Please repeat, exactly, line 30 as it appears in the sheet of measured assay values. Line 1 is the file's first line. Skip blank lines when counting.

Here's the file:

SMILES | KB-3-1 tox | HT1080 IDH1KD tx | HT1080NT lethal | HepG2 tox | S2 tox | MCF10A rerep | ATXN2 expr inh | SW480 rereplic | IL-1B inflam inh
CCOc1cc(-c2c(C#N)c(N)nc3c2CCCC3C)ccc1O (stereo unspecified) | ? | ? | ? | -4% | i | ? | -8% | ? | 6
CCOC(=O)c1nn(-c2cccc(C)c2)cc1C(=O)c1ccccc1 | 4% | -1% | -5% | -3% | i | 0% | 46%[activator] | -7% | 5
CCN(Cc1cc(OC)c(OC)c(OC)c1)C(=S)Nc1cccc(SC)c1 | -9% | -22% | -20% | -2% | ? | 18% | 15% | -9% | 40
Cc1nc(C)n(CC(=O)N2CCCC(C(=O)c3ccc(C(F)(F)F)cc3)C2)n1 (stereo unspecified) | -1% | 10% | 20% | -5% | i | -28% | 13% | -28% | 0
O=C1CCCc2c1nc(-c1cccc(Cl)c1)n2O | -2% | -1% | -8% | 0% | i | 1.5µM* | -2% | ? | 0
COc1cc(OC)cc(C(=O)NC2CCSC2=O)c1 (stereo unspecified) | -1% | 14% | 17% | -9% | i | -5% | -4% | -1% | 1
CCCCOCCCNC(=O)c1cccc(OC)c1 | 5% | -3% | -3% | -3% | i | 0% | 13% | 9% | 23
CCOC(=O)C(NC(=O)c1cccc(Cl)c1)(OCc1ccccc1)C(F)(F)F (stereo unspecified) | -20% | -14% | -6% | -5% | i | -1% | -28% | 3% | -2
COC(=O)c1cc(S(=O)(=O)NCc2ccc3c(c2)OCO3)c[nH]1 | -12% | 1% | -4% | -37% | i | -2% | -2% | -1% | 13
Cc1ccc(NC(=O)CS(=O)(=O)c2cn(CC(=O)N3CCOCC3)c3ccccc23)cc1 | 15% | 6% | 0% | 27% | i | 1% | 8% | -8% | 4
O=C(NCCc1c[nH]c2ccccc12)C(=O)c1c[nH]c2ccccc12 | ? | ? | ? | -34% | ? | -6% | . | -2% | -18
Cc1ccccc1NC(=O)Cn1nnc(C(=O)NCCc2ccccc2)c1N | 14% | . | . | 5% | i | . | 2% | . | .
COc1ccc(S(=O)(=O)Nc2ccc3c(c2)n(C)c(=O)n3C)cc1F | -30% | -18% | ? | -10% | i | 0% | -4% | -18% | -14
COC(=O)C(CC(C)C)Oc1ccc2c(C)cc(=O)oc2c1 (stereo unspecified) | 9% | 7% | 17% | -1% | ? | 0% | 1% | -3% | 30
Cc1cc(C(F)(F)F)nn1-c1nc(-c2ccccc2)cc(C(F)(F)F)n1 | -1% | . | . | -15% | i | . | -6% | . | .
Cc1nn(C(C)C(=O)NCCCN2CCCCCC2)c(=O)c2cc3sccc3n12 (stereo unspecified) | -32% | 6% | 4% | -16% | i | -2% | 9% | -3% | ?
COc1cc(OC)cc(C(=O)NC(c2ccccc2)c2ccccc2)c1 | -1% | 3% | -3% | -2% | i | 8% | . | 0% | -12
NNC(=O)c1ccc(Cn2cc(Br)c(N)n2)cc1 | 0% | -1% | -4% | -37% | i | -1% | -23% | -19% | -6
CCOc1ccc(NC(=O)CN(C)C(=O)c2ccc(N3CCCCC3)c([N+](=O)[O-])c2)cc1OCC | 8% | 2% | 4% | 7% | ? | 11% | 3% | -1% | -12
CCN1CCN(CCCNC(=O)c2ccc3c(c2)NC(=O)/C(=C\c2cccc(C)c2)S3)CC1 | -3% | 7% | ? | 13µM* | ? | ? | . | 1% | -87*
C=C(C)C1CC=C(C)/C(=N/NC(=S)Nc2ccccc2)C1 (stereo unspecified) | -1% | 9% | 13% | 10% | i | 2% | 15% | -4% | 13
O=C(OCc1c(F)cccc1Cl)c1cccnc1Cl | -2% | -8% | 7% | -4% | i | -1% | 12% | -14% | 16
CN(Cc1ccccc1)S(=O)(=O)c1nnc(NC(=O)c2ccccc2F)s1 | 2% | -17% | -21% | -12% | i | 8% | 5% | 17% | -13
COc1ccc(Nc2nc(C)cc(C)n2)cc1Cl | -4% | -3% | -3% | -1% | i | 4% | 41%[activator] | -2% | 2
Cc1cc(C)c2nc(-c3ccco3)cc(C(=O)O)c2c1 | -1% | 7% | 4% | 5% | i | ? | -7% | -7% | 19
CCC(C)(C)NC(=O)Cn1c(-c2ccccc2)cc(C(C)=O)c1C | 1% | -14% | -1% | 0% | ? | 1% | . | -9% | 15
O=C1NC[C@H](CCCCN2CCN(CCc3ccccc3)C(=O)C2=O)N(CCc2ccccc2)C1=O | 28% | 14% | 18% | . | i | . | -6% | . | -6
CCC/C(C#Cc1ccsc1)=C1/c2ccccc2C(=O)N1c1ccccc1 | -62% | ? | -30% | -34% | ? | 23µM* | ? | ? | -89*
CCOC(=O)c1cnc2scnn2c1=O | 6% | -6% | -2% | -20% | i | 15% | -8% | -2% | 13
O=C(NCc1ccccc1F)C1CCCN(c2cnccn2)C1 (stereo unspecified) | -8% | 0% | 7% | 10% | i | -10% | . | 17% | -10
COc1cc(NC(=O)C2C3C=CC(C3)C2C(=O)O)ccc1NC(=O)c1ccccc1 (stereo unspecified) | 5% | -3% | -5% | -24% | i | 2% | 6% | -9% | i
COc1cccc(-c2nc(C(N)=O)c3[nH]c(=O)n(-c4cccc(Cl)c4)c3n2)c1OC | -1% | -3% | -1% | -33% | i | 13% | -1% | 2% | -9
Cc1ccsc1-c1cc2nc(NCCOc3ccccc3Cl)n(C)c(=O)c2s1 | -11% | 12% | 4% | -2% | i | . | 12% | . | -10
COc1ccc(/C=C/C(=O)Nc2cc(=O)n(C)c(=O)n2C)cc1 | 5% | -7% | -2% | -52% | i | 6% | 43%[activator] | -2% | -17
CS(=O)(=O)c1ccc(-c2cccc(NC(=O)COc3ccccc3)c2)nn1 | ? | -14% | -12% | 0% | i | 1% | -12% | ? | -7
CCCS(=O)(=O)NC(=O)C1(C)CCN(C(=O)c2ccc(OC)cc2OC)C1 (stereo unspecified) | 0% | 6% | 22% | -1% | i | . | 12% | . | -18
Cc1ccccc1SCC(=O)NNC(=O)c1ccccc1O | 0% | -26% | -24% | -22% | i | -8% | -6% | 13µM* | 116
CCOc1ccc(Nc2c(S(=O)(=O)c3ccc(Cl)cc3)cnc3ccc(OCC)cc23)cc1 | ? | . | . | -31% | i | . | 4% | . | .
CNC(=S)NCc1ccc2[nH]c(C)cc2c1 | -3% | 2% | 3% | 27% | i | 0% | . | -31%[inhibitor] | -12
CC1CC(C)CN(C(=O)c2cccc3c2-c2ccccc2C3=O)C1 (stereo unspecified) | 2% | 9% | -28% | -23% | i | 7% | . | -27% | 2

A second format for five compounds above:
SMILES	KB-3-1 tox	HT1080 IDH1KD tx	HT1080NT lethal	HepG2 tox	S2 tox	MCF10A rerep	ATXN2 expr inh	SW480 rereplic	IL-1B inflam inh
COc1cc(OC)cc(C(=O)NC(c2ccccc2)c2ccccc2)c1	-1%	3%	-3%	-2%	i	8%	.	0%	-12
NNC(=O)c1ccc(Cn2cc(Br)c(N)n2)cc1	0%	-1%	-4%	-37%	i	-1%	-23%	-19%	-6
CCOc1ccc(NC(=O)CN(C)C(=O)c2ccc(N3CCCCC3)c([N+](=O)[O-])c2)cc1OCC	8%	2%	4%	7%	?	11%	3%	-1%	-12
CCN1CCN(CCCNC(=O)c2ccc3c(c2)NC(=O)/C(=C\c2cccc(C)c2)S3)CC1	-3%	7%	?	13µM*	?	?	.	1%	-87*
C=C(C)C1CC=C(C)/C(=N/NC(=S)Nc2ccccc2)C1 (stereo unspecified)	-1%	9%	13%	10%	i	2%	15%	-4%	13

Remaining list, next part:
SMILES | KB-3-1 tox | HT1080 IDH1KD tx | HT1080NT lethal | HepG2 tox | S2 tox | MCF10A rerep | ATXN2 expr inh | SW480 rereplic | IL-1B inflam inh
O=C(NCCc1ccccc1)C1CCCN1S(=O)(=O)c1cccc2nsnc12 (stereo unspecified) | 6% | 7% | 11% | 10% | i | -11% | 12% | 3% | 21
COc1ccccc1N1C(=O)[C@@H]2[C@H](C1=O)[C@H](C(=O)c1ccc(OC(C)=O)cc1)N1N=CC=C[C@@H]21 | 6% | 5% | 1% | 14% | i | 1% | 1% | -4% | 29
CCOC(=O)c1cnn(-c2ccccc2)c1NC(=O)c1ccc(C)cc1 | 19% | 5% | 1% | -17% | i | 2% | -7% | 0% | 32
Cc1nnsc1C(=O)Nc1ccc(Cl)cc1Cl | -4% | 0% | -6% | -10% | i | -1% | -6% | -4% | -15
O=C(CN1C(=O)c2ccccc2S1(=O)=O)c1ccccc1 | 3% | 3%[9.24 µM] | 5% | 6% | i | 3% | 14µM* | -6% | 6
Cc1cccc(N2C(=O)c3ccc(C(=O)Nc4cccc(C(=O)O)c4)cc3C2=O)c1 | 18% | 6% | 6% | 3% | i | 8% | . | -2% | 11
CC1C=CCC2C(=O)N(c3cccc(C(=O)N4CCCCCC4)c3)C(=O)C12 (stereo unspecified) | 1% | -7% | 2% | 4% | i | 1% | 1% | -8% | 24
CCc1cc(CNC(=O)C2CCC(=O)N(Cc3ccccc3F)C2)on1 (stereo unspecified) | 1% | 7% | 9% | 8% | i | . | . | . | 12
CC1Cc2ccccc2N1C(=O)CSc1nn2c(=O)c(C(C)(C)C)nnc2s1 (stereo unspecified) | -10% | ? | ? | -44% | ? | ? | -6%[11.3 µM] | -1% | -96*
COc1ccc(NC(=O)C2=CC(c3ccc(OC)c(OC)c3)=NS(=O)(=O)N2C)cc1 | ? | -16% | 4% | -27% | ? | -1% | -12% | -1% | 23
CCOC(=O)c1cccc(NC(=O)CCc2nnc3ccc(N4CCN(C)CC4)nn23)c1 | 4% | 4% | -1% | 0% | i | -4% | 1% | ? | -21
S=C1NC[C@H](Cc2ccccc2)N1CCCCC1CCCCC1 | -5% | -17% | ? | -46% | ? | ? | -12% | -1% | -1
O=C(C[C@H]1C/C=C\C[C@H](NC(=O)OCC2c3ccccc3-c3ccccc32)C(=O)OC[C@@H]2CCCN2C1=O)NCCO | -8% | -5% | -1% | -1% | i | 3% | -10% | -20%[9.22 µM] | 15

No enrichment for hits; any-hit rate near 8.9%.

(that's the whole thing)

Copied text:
CCOC(=O)c1cnc2scnn2c1=O | 6% | -6% | -2% | -20% | i | 15% | -8% | -2% | 13